You may have heard of Plastic Free July — an initiative that started in Perth 2001 by the Western Metropolitan Regional Council. The objective: raise awareness around the amount of plastic we use in our day-to-day lives. This small initiative that started in one city in Australia is now a global movement.
Another plastic free movement that takes place across the globe at the start of the new year is Plastic Free January. Unlike Plastic Free July, Plastic Free January does not appear to have been started by one single person, and was likely based on the Plastic Free July movement — with the emphasis on promoting a plastic free lifestyle as part of a New Year’s Resolution.
While EORTH are big followers of Plastic Free July (we opened our online store plastic free store at the beginning of July 2018 to coincide with the movement), we are equally behind the Plastic Free January, as it's the time of the year when people are ready to make a change!
HOW DOES A PLASTIC FREE CHALLENGE WORK?
There are no hard and fast rules. Plastic Free months are all about raising awareness of the issues surrounding plastic pollution. The basic premise of the Plastic Free January challenge is:
- If a product is wrapped in plastic, don’t buy it.
- If a products packaging is plastic (such as a bottle of water), don't buy it.
- If you're offered a free product that's wrapped in plastic or the product itself is made from plastic — simply say no thank you.
By taking these simple actions, you become more aware of how much plastic has become the norm in our day-to-day life.
I'd also like to encourage you to take the challenge one step further by completing two simple steps suggested by Dr. Jenna Jambeck, Environmental Engineering Professor from the University of Georgia.
Dr. Jambeck presented the two steps below during a hearing on the Environmental Impacts of Plastic in October 2019.*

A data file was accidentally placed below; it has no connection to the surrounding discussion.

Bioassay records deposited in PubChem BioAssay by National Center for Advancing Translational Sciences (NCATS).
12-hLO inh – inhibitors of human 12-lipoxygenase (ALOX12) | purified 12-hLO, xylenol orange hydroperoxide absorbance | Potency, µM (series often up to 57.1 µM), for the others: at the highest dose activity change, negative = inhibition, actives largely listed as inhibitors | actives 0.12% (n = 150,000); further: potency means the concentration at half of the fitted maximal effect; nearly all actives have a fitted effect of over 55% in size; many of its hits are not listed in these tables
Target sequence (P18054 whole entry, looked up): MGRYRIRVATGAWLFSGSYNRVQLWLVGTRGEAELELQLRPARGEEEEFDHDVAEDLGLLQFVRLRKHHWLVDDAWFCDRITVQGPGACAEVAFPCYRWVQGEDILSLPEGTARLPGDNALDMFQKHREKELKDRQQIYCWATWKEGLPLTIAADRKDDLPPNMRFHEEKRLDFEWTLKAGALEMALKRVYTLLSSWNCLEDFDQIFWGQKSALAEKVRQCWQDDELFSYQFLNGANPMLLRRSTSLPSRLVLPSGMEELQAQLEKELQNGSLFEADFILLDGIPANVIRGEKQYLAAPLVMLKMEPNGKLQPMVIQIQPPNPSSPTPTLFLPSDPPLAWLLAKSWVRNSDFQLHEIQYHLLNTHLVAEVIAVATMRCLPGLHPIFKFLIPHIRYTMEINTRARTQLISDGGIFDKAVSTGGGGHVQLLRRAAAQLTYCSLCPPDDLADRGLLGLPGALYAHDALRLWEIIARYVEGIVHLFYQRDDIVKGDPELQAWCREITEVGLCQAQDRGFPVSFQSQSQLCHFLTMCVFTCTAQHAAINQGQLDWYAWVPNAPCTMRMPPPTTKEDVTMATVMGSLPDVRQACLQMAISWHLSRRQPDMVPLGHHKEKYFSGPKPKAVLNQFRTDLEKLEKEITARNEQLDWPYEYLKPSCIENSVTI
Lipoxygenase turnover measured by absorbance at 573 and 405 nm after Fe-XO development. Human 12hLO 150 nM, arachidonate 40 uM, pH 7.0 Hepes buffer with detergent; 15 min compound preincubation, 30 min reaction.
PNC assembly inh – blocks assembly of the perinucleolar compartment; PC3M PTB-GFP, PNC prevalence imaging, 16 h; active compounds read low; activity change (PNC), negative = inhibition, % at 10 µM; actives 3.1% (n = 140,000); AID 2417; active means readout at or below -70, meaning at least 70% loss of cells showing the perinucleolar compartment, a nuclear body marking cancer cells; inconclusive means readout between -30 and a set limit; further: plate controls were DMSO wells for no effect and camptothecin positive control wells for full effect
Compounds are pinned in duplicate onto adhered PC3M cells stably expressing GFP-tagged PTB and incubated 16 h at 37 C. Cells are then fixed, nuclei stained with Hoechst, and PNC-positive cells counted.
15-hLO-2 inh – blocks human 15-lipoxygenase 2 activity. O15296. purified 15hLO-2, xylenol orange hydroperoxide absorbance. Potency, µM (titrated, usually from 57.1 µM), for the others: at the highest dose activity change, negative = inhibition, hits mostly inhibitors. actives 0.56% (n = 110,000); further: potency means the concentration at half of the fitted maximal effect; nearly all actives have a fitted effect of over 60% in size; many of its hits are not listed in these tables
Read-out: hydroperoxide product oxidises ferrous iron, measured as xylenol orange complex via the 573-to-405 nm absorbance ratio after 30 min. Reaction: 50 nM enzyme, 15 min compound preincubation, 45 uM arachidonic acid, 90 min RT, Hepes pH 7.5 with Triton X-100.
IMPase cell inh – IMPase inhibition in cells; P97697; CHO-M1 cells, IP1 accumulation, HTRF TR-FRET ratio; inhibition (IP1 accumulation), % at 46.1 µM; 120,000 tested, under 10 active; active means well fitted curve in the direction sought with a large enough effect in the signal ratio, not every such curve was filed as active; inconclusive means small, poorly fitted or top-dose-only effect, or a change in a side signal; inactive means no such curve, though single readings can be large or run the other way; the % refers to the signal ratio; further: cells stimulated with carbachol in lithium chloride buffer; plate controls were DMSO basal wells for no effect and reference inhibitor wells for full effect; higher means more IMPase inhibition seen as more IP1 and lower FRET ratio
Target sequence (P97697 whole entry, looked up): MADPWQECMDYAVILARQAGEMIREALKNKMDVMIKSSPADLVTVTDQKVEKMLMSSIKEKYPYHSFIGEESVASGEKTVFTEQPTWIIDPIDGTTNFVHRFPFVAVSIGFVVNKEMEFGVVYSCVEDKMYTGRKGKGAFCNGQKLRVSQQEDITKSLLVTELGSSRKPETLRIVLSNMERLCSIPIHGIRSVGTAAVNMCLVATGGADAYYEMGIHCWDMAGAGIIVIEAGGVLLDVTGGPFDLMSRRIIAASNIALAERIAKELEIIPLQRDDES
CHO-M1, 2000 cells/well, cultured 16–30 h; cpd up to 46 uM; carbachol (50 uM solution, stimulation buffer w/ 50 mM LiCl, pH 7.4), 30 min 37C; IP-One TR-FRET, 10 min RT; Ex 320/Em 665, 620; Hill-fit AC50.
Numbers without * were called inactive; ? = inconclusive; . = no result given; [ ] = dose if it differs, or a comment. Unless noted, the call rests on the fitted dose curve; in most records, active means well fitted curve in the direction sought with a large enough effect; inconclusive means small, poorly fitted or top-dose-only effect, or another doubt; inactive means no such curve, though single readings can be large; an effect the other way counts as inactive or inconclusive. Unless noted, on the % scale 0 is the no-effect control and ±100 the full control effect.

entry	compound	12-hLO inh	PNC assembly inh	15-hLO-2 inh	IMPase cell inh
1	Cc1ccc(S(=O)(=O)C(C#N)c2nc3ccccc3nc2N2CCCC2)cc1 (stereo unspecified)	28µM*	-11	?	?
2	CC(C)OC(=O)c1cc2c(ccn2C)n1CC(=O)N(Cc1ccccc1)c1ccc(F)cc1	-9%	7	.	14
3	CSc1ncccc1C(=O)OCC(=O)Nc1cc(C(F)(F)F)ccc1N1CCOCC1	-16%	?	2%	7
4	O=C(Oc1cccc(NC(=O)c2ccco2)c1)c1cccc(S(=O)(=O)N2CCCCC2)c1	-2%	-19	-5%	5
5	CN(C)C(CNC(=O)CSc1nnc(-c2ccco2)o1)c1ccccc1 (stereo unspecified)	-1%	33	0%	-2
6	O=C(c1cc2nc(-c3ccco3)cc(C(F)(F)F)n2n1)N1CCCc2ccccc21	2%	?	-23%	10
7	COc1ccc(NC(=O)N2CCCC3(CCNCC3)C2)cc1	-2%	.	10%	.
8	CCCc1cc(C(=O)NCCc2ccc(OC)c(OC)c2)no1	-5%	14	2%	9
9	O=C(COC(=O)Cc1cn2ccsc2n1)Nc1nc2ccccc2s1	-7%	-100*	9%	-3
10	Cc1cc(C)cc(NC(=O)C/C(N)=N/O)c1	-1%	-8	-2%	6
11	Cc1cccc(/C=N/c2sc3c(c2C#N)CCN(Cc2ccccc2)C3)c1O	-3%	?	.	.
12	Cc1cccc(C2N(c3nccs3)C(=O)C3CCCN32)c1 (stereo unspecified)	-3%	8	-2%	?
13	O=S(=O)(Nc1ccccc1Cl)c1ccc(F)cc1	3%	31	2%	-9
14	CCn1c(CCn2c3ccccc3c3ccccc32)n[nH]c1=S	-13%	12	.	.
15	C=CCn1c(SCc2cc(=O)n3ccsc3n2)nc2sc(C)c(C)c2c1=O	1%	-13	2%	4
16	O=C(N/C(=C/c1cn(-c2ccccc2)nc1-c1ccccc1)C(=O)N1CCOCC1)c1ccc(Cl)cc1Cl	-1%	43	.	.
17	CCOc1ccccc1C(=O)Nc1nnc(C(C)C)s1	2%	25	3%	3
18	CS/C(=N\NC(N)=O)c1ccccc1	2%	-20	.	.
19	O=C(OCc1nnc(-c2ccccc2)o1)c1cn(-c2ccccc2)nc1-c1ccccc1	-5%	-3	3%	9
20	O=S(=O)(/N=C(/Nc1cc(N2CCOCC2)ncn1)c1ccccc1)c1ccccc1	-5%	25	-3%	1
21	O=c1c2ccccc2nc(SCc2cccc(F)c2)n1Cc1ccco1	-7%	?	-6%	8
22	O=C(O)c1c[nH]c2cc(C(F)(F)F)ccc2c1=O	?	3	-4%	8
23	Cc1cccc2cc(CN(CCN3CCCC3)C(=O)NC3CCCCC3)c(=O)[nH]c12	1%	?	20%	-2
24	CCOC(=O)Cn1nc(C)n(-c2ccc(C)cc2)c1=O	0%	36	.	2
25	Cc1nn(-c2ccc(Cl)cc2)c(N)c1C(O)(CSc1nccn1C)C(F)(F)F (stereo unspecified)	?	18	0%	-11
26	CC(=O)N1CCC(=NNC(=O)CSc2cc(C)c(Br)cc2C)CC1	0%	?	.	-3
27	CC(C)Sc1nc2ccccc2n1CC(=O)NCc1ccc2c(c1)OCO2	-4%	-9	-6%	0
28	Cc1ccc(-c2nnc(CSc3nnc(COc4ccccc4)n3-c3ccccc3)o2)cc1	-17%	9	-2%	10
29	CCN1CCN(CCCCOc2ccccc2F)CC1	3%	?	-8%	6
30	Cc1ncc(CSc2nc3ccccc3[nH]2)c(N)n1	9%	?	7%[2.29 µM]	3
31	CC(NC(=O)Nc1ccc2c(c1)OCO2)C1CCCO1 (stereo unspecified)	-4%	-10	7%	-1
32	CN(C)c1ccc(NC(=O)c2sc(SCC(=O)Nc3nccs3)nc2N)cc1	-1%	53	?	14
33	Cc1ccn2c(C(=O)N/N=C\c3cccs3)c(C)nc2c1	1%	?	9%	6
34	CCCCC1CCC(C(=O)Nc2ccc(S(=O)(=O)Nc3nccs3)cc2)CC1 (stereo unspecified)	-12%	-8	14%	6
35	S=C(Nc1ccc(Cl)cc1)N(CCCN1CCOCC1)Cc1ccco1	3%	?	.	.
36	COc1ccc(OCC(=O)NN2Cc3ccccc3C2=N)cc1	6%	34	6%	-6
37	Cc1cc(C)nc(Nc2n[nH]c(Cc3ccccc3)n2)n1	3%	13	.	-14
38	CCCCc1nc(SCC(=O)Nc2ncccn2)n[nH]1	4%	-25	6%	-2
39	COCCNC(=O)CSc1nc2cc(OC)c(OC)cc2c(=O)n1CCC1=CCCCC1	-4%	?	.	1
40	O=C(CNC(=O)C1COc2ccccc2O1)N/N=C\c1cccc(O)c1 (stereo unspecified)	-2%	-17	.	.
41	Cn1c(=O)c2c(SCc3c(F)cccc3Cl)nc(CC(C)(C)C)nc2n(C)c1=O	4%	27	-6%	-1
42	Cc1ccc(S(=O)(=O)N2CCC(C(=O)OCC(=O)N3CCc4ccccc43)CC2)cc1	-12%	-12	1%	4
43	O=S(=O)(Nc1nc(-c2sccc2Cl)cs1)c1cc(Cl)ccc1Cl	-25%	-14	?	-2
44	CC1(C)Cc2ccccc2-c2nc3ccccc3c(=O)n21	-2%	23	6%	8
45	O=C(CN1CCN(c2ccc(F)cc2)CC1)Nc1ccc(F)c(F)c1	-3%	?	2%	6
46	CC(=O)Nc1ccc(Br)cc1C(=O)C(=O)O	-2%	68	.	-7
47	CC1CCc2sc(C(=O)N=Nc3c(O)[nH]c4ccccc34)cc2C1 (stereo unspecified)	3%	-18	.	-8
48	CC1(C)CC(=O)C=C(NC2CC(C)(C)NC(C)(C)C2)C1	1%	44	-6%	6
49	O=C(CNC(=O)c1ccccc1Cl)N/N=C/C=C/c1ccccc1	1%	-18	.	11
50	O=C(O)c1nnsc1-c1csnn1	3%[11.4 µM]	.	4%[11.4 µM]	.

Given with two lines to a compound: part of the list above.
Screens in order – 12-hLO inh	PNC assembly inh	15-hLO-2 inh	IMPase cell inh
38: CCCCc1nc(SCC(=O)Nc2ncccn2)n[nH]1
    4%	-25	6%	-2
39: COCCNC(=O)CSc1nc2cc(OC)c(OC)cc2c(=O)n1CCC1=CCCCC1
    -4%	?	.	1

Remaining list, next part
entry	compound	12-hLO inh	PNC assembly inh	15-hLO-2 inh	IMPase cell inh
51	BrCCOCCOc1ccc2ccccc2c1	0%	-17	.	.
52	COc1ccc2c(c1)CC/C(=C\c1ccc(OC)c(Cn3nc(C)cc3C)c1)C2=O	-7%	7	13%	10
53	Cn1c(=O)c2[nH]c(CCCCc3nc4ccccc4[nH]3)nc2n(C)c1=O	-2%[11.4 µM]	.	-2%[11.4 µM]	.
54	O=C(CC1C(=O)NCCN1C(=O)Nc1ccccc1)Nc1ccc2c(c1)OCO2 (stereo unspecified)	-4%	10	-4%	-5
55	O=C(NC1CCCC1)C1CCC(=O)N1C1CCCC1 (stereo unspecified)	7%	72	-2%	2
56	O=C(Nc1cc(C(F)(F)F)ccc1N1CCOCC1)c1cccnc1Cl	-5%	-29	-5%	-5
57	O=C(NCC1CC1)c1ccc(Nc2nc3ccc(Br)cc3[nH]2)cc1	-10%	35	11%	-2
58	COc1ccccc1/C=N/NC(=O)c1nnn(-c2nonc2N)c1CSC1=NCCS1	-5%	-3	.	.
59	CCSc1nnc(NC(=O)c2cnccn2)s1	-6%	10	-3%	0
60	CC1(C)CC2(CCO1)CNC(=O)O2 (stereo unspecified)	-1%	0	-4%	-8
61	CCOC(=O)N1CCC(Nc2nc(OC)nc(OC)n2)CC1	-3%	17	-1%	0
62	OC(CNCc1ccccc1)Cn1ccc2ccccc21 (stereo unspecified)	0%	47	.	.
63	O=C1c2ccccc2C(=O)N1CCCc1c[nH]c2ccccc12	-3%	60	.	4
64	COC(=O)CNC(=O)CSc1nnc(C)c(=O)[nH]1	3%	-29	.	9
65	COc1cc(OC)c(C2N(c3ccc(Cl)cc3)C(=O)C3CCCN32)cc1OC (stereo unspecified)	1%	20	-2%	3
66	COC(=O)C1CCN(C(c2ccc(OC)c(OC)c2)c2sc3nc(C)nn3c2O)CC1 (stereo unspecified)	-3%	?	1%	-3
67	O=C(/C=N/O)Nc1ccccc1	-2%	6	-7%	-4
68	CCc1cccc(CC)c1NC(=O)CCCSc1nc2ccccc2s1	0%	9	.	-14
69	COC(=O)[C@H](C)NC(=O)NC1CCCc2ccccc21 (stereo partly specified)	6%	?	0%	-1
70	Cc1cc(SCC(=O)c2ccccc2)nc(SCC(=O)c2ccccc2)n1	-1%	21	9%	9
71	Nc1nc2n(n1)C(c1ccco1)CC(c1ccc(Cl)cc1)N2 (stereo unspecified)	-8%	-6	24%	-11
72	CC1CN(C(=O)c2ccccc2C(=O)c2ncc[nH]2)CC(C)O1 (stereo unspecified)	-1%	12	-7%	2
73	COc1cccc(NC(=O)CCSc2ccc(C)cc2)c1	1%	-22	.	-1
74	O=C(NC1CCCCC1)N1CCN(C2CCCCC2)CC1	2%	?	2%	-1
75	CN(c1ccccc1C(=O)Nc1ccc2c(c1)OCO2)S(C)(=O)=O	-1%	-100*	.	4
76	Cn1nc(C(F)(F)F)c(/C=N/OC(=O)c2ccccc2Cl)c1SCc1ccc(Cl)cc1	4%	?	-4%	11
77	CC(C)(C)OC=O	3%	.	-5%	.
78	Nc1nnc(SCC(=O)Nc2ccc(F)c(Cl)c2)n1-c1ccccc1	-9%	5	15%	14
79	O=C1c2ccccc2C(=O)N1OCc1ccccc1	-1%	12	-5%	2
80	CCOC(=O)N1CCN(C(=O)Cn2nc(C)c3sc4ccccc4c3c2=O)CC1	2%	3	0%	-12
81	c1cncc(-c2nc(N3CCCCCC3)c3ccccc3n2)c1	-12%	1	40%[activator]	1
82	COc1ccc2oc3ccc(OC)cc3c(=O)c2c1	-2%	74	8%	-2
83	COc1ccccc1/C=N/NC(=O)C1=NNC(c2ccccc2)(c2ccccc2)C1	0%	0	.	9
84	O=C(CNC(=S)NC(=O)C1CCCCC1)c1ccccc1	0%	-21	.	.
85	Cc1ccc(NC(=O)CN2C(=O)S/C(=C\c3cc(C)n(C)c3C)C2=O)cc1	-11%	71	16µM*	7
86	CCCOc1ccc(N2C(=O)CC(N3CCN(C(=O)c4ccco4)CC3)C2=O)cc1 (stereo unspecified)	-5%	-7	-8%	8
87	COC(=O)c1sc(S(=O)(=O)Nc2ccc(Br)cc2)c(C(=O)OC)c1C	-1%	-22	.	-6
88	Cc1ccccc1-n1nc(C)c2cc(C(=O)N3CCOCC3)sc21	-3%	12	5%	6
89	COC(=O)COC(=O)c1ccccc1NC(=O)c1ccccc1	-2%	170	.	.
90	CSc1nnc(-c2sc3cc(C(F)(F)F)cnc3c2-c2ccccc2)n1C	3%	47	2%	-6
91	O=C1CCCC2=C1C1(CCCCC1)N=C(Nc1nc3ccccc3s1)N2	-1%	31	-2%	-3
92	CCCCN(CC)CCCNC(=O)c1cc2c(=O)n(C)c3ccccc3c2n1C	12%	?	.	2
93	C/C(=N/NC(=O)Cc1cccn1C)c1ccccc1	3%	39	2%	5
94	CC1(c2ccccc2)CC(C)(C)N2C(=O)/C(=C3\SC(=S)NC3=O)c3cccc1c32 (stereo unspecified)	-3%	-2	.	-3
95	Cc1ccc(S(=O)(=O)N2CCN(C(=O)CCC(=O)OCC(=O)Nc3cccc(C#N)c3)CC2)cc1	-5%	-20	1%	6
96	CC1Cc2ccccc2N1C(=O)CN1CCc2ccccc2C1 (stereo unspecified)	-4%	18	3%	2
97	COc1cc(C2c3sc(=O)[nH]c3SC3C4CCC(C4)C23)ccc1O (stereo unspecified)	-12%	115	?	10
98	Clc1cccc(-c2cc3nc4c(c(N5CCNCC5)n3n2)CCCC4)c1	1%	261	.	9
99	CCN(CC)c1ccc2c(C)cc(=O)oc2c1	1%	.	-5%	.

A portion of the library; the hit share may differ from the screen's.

- During the first 24 hours of commencing the Plastic Free January Challenge, take note of everything that you touch that is plastic. By doing this you will see how widely used and useful plastic is, as well, it will allow you to reflect upon where and when are the right times and places to use this material.
- Go outside on a scavenger hunt for garbage, it's unlikely you will need to go very far! View each item you find as a message for you. Then ask yourself three questions:
What is it?
How did it get here?
What are we going to do about it?
WHY IS REDUCING SINGLE USE PLASTIC IMPORTANT?
Despite the fact that plastic recycling has been in firmly place since the 80s, it's estimated that only 9% of the plastic produced annually is recycled globally. That's a pretty dismal rate and one that is most certainly not sustainable.
According to the reports presented by Dr. Jambeck, 8.3 billion metric tons of plastic had been produced by 2017.
- Approximately 40% of this plastic was used for packaging and single use items.
- Only 9% of plastic waste had been recycled globally.
- Another 12% of the waste was incinerated.
- Leaving 79% of the waste to end up either in the a landfill or in the open environment.
It was estimated that 8 million metric tons of plastic entered the oceans globally in 2010. This quantity would be qual to a dump truck full of plastic entering the ocean every minute.
From these statistics it’s clear to see why focusing on reducing single use plastics is important.
Just like Plastic Free July, will be blogging about the ways to avoid single use plastic throughout the month of January, along with a bit of information on plastics, what they are, what are the best types to avoid and general information on why we collectively need to move towards a less plastic driven lifestyle.
If you’re participating in the Plastic Free January challenge be sure to use the hashtag #plasticfreejan or #earthbeforeplastic on your social media posts.
* Please note: Dr. Jameck’s two steps have been modified from her exact phrasing to fit with the Plastic Free January challenge. They are however based on raising awareness of plastic pollution, which is the concept of Plastic Free January.
Author Bio - Catherine Anne Earle
Catherine founded EORTH, an online plastic free store in July 2018.
Although she had always considered herself to be fairly environmentally conscious, it wasn't until she participated in a Plastic Free July challenge that she became more aware of how damaging plastics were to the environment.
Catherine has a Bachelor of Arts in Communication Management and was the part-owner and founder of Sun Peaks Independent News, a community newspaper based in British Columbia, Canada.
Catherine now resides in her home town of Cairns and operates EORTH in the beautiful beachside suburb of Palm Cove, Queensland.